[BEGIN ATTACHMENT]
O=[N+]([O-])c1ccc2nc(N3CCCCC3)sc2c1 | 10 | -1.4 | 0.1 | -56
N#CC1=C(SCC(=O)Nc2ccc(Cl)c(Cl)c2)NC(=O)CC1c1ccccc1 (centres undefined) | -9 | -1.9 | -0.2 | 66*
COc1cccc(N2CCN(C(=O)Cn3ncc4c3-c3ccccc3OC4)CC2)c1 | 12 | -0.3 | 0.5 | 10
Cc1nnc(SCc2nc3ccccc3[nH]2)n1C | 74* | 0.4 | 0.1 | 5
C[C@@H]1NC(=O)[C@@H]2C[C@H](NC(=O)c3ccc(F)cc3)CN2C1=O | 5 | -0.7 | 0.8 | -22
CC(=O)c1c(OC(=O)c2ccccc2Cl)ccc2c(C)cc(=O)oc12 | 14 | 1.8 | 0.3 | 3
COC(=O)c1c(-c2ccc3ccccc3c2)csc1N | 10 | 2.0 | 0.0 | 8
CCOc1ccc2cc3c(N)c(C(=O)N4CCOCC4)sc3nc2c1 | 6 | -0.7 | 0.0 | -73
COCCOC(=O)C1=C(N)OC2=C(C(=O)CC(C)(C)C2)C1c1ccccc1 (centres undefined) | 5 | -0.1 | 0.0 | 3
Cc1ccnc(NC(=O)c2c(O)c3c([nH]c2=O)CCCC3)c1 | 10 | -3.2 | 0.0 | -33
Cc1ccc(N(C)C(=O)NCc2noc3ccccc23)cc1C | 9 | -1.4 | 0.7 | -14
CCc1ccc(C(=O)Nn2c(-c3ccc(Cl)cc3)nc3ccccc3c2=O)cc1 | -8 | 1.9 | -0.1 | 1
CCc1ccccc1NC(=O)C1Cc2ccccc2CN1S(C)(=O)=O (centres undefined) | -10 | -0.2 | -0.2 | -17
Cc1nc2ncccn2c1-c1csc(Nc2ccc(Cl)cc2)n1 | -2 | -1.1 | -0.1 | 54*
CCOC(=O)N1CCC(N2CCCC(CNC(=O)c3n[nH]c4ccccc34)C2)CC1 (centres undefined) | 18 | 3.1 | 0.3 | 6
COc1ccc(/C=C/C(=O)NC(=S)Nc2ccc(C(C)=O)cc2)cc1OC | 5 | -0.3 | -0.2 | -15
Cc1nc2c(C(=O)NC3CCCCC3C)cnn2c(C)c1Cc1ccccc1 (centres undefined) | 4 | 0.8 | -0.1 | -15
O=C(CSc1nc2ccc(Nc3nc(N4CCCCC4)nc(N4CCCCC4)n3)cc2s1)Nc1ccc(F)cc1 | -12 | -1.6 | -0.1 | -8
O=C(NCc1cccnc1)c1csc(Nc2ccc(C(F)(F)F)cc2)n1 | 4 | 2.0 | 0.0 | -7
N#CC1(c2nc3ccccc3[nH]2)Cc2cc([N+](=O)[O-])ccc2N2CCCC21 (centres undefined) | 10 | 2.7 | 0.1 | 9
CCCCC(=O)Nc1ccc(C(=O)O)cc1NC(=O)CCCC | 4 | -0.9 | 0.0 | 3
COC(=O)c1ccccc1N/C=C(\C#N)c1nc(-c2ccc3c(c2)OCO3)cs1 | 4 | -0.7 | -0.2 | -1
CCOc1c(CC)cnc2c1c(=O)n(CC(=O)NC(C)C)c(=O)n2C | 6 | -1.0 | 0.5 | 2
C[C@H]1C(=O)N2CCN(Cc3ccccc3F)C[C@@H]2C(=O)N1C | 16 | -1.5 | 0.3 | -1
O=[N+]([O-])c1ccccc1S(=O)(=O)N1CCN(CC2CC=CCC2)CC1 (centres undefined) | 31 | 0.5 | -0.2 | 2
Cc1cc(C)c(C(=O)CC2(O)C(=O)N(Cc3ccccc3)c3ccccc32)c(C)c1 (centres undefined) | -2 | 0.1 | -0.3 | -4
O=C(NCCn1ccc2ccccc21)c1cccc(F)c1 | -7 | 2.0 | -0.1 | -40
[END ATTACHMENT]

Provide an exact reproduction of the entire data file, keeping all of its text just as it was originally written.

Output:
O=[N+]([O-])c1ccc2nc(N3CCCCC3)sc2c1 | 10 | -1.4 | 0.1 | -56
N#CC1=C(SCC(=O)Nc2ccc(Cl)c(Cl)c2)NC(=O)CC1c1ccccc1 (centres undefined) | -9 | -1.9 | -0.2 | 66*
COc1cccc(N2CCN(C(=O)Cn3ncc4c3-c3ccccc3OC4)CC2)c1 | 12 | -0.3 | 0.5 | 10
Cc1nnc(SCc2nc3ccccc3[nH]2)n1C | 74* | 0.4 | 0.1 | 5
C[C@@H]1NC(=O)[C@@H]2C[C@H](NC(=O)c3ccc(F)cc3)CN2C1=O | 5 | -0.7 | 0.8 | -22
CC(=O)c1c(OC(=O)c2ccccc2Cl)ccc2c(C)cc(=O)oc12 | 14 | 1.8 | 0.3 | 3
COC(=O)c1c(-c2ccc3ccccc3c2)csc1N | 10 | 2.0 | 0.0 | 8
CCOc1ccc2cc3c(N)c(C(=O)N4CCOCC4)sc3nc2c1 | 6 | -0.7 | 0.0 | -73
COCCOC(=O)C1=C(N)OC2=C(C(=O)CC(C)(C)C2)C1c1ccccc1 (centres undefined) | 5 | -0.1 | 0.0 | 3
Cc1ccnc(NC(=O)c2c(O)c3c([nH]c2=O)CCCC3)c1 | 10 | -3.2 | 0.0 | -33
Cc1ccc(N(C)C(=O)NCc2noc3ccccc23)cc1C | 9 | -1.4 | 0.7 | -14
CCc1ccc(C(=O)Nn2c(-c3ccc(Cl)cc3)nc3ccccc3c2=O)cc1 | -8 | 1.9 | -0.1 | 1
CCc1ccccc1NC(=O)C1Cc2ccccc2CN1S(C)(=O)=O (centres undefined) | -10 | -0.2 | -0.2 | -17
Cc1nc2ncccn2c1-c1csc(Nc2ccc(Cl)cc2)n1 | -2 | -1.1 | -0.1 | 54*
CCOC(=O)N1CCC(N2CCCC(CNC(=O)c3n[nH]c4ccccc34)C2)CC1 (centres undefined) | 18 | 3.1 | 0.3 | 6
COc1ccc(/C=C/C(=O)NC(=S)Nc2ccc(C(C)=O)cc2)cc1OC | 5 | -0.3 | -0.2 | -15
Cc1nc2c(C(=O)NC3CCCCC3C)cnn2c(C)c1Cc1ccccc1 (centres undefined) | 4 | 0.8 | -0.1 | -15
O=C(CSc1nc2ccc(Nc3nc(N4CCCCC4)nc(N4CCCCC4)n3)cc2s1)Nc1ccc(F)cc1 | -12 | -1.6 | -0.1 | -8
O=C(NCc1cccnc1)c1csc(Nc2ccc(C(F)(F)F)cc2)n1 | 4 | 2.0 | 0.0 | -7
N#CC1(c2nc3ccccc3[nH]2)Cc2cc([N+](=O)[O-])ccc2N2CCCC21 (centres undefined) | 10 | 2.7 | 0.1 | 9
CCCCC(=O)Nc1ccc(C(=O)O)cc1NC(=O)CCCC | 4 | -0.9 | 0.0 | 3
COC(=O)c1ccccc1N/C=C(\C#N)c1nc(-c2ccc3c(c2)OCO3)cs1 | 4 | -0.7 | -0.2 | -1
CCOc1c(CC)cnc2c1c(=O)n(CC(=O)NC(C)C)c(=O)n2C | 6 | -1.0 | 0.5 | 2
C[C@H]1C(=O)N2CCN(Cc3ccccc3F)C[C@@H]2C(=O)N1C | 16 | -1.5 | 0.3 | -1
O=[N+]([O-])c1ccccc1S(=O)(=O)N1CCN(CC2CC=CCC2)CC1 (centres undefined) | 31 | 0.5 | -0.2 | 2
Cc1cc(C)c(C(=O)CC2(O)C(=O)N(Cc3ccccc3)c3ccccc32)c(C)c1 (centres undefined) | -2 | 0.1 | -0.3 | -4
O=C(NCCn1ccc2ccccc21)c1cccc(F)c1 | -7 | 2.0 | -0.1 | -40